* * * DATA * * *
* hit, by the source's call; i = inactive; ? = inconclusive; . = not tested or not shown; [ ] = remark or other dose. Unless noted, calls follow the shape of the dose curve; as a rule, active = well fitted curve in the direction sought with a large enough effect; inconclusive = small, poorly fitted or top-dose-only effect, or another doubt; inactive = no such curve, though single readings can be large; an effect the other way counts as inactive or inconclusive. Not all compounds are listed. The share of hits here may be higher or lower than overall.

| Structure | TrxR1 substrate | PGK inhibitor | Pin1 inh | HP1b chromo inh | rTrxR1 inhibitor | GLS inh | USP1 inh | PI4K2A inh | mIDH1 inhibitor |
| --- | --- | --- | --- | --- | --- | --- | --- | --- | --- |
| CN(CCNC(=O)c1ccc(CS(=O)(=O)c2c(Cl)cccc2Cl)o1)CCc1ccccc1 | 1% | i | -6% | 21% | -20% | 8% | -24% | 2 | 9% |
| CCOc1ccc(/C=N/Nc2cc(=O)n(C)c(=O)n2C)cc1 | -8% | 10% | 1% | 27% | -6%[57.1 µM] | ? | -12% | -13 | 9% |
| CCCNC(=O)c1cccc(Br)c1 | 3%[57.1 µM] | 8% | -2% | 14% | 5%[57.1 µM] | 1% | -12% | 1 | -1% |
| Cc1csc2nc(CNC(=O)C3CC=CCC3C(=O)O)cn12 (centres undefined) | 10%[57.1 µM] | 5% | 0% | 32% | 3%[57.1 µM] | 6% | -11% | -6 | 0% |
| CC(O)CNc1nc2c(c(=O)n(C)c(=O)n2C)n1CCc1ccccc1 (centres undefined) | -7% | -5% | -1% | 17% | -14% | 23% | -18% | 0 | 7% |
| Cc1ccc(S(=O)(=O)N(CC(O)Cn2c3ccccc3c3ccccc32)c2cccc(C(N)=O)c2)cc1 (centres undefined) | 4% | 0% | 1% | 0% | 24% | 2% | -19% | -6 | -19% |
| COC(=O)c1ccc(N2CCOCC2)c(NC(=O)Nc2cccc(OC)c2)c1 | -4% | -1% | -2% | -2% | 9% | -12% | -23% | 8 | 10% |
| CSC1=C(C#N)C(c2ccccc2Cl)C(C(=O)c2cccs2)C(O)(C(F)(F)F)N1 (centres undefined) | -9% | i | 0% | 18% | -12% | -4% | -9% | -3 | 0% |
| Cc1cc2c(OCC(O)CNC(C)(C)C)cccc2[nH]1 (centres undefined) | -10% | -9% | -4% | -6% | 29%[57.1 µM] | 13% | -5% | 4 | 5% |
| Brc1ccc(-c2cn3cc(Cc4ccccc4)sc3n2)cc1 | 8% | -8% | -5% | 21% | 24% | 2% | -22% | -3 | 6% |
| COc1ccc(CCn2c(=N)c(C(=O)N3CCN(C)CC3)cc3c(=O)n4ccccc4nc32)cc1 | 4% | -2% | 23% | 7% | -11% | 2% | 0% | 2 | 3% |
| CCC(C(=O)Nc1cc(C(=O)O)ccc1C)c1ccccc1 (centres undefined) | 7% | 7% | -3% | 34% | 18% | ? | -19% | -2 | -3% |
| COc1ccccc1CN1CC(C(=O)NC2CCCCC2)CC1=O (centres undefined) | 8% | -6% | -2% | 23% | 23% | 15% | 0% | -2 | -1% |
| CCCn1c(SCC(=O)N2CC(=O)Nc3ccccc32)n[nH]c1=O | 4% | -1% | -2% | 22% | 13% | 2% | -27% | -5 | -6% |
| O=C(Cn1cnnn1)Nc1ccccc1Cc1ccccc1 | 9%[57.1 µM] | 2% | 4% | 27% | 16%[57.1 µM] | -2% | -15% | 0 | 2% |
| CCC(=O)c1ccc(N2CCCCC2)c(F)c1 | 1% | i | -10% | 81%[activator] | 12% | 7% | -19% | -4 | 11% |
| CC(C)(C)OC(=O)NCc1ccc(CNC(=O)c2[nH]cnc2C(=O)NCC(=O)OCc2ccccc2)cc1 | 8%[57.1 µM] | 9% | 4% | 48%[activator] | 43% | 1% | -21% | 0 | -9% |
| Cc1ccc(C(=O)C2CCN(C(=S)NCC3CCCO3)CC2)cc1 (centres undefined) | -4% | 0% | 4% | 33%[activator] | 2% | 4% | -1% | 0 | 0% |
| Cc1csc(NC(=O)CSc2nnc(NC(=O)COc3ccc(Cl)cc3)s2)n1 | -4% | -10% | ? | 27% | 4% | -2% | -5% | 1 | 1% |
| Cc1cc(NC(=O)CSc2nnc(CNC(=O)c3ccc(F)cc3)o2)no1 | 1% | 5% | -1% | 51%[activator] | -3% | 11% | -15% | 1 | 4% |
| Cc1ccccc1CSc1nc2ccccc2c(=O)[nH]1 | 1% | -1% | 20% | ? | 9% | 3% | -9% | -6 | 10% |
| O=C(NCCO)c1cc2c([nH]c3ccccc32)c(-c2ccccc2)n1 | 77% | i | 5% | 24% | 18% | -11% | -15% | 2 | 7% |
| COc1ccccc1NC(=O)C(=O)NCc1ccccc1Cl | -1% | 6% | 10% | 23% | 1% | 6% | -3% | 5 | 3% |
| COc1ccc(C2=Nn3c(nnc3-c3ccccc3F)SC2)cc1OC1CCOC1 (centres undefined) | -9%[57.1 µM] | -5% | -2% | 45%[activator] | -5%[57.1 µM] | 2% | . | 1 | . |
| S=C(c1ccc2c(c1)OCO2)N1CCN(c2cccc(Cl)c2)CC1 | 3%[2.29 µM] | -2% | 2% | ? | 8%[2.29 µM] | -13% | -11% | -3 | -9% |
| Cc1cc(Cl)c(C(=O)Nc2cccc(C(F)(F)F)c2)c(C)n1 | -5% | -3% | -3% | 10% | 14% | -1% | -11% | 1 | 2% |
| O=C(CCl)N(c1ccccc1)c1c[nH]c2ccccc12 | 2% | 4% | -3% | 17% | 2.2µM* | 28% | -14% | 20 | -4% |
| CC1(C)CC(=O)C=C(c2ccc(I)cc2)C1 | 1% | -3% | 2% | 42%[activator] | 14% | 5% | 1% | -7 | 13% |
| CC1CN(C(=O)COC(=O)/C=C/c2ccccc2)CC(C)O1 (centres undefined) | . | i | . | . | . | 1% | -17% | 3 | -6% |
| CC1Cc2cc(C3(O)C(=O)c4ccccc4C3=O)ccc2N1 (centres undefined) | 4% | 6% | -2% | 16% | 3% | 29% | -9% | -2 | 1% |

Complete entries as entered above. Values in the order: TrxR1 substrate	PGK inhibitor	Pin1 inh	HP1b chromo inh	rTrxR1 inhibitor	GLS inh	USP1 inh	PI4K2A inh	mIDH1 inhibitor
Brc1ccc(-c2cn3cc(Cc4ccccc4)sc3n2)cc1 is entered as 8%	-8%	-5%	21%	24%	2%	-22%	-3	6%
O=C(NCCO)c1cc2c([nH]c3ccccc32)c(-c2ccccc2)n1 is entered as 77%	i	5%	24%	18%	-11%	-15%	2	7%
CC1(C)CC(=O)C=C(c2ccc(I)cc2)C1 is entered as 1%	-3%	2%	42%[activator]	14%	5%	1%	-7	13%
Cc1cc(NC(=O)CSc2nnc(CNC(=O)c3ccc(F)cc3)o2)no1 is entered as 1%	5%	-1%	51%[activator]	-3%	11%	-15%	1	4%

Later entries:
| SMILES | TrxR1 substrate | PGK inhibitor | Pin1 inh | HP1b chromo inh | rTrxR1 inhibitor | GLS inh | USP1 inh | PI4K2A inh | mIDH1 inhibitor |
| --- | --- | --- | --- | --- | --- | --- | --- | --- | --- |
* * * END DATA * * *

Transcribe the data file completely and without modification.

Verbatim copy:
* hit, by the source's call; i = inactive; ? = inconclusive; . = not tested or not shown; [ ] = remark or other dose. Unless noted, calls follow the shape of the dose curve; as a rule, active = well fitted curve in the direction sought with a large enough effect; inconclusive = small, poorly fitted or top-dose-only effect, or another doubt; inactive = no such curve, though single readings can be large; an effect the other way counts as inactive or inconclusive. Not all compounds are listed. The share of hits here may be higher or lower than overall.

| Structure | TrxR1 substrate | PGK inhibitor | Pin1 inh | HP1b chromo inh | rTrxR1 inhibitor | GLS inh | USP1 inh | PI4K2A inh | mIDH1 inhibitor |
| --- | --- | --- | --- | --- | --- | --- | --- | --- | --- |
| CN(CCNC(=O)c1ccc(CS(=O)(=O)c2c(Cl)cccc2Cl)o1)CCc1ccccc1 | 1% | i | -6% | 21% | -20% | 8% | -24% | 2 | 9% |
| CCOc1ccc(/C=N/Nc2cc(=O)n(C)c(=O)n2C)cc1 | -8% | 10% | 1% | 27% | -6%[57.1 µM] | ? | -12% | -13 | 9% |
| CCCNC(=O)c1cccc(Br)c1 | 3%[57.1 µM] | 8% | -2% | 14% | 5%[57.1 µM] | 1% | -12% | 1 | -1% |
| Cc1csc2nc(CNC(=O)C3CC=CCC3C(=O)O)cn12 (centres undefined) | 10%[57.1 µM] | 5% | 0% | 32% | 3%[57.1 µM] | 6% | -11% | -6 | 0% |
| CC(O)CNc1nc2c(c(=O)n(C)c(=O)n2C)n1CCc1ccccc1 (centres undefined) | -7% | -5% | -1% | 17% | -14% | 23% | -18% | 0 | 7% |
| Cc1ccc(S(=O)(=O)N(CC(O)Cn2c3ccccc3c3ccccc32)c2cccc(C(N)=O)c2)cc1 (centres undefined) | 4% | 0% | 1% | 0% | 24% | 2% | -19% | -6 | -19% |
| COC(=O)c1ccc(N2CCOCC2)c(NC(=O)Nc2cccc(OC)c2)c1 | -4% | -1% | -2% | -2% | 9% | -12% | -23% | 8 | 10% |
| CSC1=C(C#N)C(c2ccccc2Cl)C(C(=O)c2cccs2)C(O)(C(F)(F)F)N1 (centres undefined) | -9% | i | 0% | 18% | -12% | -4% | -9% | -3 | 0% |
| Cc1cc2c(OCC(O)CNC(C)(C)C)cccc2[nH]1 (centres undefined) | -10% | -9% | -4% | -6% | 29%[57.1 µM] | 13% | -5% | 4 | 5% |
| Brc1ccc(-c2cn3cc(Cc4ccccc4)sc3n2)cc1 | 8% | -8% | -5% | 21% | 24% | 2% | -22% | -3 | 6% |
| COc1ccc(CCn2c(=N)c(C(=O)N3CCN(C)CC3)cc3c(=O)n4ccccc4nc32)cc1 | 4% | -2% | 23% | 7% | -11% | 2% | 0% | 2 | 3% |
| CCC(C(=O)Nc1cc(C(=O)O)ccc1C)c1ccccc1 (centres undefined) | 7% | 7% | -3% | 34% | 18% | ? | -19% | -2 | -3% |
| COc1ccccc1CN1CC(C(=O)NC2CCCCC2)CC1=O (centres undefined) | 8% | -6% | -2% | 23% | 23% | 15% | 0% | -2 | -1% |
| CCCn1c(SCC(=O)N2CC(=O)Nc3ccccc32)n[nH]c1=O | 4% | -1% | -2% | 22% | 13% | 2% | -27% | -5 | -6% |
| O=C(Cn1cnnn1)Nc1ccccc1Cc1ccccc1 | 9%[57.1 µM] | 2% | 4% | 27% | 16%[57.1 µM] | -2% | -15% | 0 | 2% |
| CCC(=O)c1ccc(N2CCCCC2)c(F)c1 | 1% | i | -10% | 81%[activator] | 12% | 7% | -19% | -4 | 11% |
| CC(C)(C)OC(=O)NCc1ccc(CNC(=O)c2[nH]cnc2C(=O)NCC(=O)OCc2ccccc2)cc1 | 8%[57.1 µM] | 9% | 4% | 48%[activator] | 43% | 1% | -21% | 0 | -9% |
| Cc1ccc(C(=O)C2CCN(C(=S)NCC3CCCO3)CC2)cc1 (centres undefined) | -4% | 0% | 4% | 33%[activator] | 2% | 4% | -1% | 0 | 0% |
| Cc1csc(NC(=O)CSc2nnc(NC(=O)COc3ccc(Cl)cc3)s2)n1 | -4% | -10% | ? | 27% | 4% | -2% | -5% | 1 | 1% |
| Cc1cc(NC(=O)CSc2nnc(CNC(=O)c3ccc(F)cc3)o2)no1 | 1% | 5% | -1% | 51%[activator] | -3% | 11% | -15% | 1 | 4% |
| Cc1ccccc1CSc1nc2ccccc2c(=O)[nH]1 | 1% | -1% | 20% | ? | 9% | 3% | -9% | -6 | 10% |
| O=C(NCCO)c1cc2c([nH]c3ccccc32)c(-c2ccccc2)n1 | 77% | i | 5% | 24% | 18% | -11% | -15% | 2 | 7% |
| COc1ccccc1NC(=O)C(=O)NCc1ccccc1Cl | -1% | 6% | 10% | 23% | 1% | 6% | -3% | 5 | 3% |
| COc1ccc(C2=Nn3c(nnc3-c3ccccc3F)SC2)cc1OC1CCOC1 (centres undefined) | -9%[57.1 µM] | -5% | -2% | 45%[activator] | -5%[57.1 µM] | 2% | . | 1 | . |
| S=C(c1ccc2c(c1)OCO2)N1CCN(c2cccc(Cl)c2)CC1 | 3%[2.29 µM] | -2% | 2% | ? | 8%[2.29 µM] | -13% | -11% | -3 | -9% |
| Cc1cc(Cl)c(C(=O)Nc2cccc(C(F)(F)F)c2)c(C)n1 | -5% | -3% | -3% | 10% | 14% | -1% | -11% | 1 | 2% |
| O=C(CCl)N(c1ccccc1)c1c[nH]c2ccccc12 | 2% | 4% | -3% | 17% | 2.2µM* | 28% | -14% | 20 | -4% |
| CC1(C)CC(=O)C=C(c2ccc(I)cc2)C1 | 1% | -3% | 2% | 42%[activator] | 14% | 5% | 1% | -7 | 13% |
| CC1CN(C(=O)COC(=O)/C=C/c2ccccc2)CC(C)O1 (centres undefined) | . | i | . | . | . | 1% | -17% | 3 | -6% |
| CC1Cc2cc(C3(O)C(=O)c4ccccc4C3=O)ccc2N1 (centres undefined) | 4% | 6% | -2% | 16% | 3% | 29% | -9% | -2 | 1% |

Complete entries as entered above. Values in the order: TrxR1 substrate	PGK inhibitor	Pin1 inh	HP1b chromo inh	rTrxR1 inhibitor	GLS inh	USP1 inh	PI4K2A inh	mIDH1 inhibitor
Brc1ccc(-c2cn3cc(Cc4ccccc4)sc3n2)cc1 is entered as 8%	-8%	-5%	21%	24%	2%	-22%	-3	6%
O=C(NCCO)c1cc2c([nH]c3ccccc32)c(-c2ccccc2)n1 is entered as 77%	i	5%	24%	18%	-11%	-15%	2	7%
CC1(C)CC(=O)C=C(c2ccc(I)cc2)C1 is entered as 1%	-3%	2%	42%[activator]	14%	5%	1%	-7	13%
Cc1cc(NC(=O)CSc2nnc(CNC(=O)c3ccc(F)cc3)o2)no1 is entered as 1%	5%	-1%	51%[activator]	-3%	11%	-15%	1	4%

Later entries:
| SMILES | TrxR1 substrate | PGK inhibitor | Pin1 inh | HP1b chromo inh | rTrxR1 inhibitor | GLS inh | USP1 inh | PI4K2A inh | mIDH1 inhibitor |
| --- | --- | --- | --- | --- | --- | --- | --- | --- | --- |